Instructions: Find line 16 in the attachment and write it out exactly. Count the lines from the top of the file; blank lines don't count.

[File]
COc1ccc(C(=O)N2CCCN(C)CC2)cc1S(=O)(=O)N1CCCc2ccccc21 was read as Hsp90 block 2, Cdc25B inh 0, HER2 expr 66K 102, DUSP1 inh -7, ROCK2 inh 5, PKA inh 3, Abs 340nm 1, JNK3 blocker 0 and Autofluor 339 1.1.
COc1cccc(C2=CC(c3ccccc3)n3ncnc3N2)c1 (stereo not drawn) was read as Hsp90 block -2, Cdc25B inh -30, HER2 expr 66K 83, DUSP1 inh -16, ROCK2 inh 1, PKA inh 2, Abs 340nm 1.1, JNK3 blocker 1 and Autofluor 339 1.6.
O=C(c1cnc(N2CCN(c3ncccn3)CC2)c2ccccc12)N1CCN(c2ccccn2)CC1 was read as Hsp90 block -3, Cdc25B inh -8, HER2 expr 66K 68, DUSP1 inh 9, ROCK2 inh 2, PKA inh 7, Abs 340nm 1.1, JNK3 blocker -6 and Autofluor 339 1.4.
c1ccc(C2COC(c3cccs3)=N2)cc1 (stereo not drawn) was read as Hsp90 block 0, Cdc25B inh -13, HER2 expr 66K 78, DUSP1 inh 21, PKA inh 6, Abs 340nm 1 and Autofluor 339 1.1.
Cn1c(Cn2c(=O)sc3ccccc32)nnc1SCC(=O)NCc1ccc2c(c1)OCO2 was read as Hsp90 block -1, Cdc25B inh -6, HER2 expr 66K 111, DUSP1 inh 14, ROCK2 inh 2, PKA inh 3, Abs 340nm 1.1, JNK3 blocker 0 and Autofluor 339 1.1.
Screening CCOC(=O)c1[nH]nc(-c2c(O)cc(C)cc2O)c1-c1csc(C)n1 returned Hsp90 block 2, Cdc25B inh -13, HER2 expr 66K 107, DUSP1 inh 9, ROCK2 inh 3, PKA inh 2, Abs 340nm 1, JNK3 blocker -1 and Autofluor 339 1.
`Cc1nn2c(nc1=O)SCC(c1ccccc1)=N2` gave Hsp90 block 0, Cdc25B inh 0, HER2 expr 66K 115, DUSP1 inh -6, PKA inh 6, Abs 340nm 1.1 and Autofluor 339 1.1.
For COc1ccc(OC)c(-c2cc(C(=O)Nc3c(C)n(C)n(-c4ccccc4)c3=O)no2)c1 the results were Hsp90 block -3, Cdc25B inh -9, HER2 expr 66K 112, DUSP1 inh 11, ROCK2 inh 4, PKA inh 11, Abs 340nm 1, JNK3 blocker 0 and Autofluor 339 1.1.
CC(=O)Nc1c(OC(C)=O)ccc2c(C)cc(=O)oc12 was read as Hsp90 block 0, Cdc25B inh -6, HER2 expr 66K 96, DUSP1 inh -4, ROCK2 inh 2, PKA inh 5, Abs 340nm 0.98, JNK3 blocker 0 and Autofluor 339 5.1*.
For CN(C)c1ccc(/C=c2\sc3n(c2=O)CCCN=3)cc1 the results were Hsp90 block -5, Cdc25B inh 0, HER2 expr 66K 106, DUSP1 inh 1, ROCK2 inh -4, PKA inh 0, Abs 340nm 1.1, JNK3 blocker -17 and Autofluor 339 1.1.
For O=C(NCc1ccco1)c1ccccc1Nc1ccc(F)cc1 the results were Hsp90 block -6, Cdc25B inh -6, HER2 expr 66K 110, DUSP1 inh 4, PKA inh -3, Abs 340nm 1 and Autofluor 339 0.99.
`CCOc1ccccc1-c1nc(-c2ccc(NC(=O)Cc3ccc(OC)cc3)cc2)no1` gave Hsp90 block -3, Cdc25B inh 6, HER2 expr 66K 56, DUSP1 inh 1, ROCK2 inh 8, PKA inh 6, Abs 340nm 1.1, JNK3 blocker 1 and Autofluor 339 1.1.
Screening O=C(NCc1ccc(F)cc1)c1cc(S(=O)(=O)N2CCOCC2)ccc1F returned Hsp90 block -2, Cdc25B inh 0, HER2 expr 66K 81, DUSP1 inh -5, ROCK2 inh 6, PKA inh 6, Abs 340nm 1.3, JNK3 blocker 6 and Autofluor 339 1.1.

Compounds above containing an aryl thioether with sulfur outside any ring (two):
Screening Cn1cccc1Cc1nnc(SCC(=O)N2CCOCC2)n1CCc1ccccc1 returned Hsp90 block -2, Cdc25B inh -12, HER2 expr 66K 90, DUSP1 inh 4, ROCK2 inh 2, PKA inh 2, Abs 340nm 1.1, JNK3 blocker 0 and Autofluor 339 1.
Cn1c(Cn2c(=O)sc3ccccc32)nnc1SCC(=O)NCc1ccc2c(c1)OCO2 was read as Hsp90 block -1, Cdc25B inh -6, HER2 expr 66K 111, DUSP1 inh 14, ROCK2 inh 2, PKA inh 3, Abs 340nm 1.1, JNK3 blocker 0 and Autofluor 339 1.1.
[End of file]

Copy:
Cn1c(Cn2c(=O)sc3ccccc32)nnc1SCC(=O)NCc1ccc2c(c1)OCO2 was read as Hsp90 block -1, Cdc25B inh -6, HER2 expr 66K 111, DUSP1 inh 14, ROCK2 inh 2, PKA inh 3, Abs 340nm 1.1, JNK3 blocker 0 and Autofluor 339 1.1.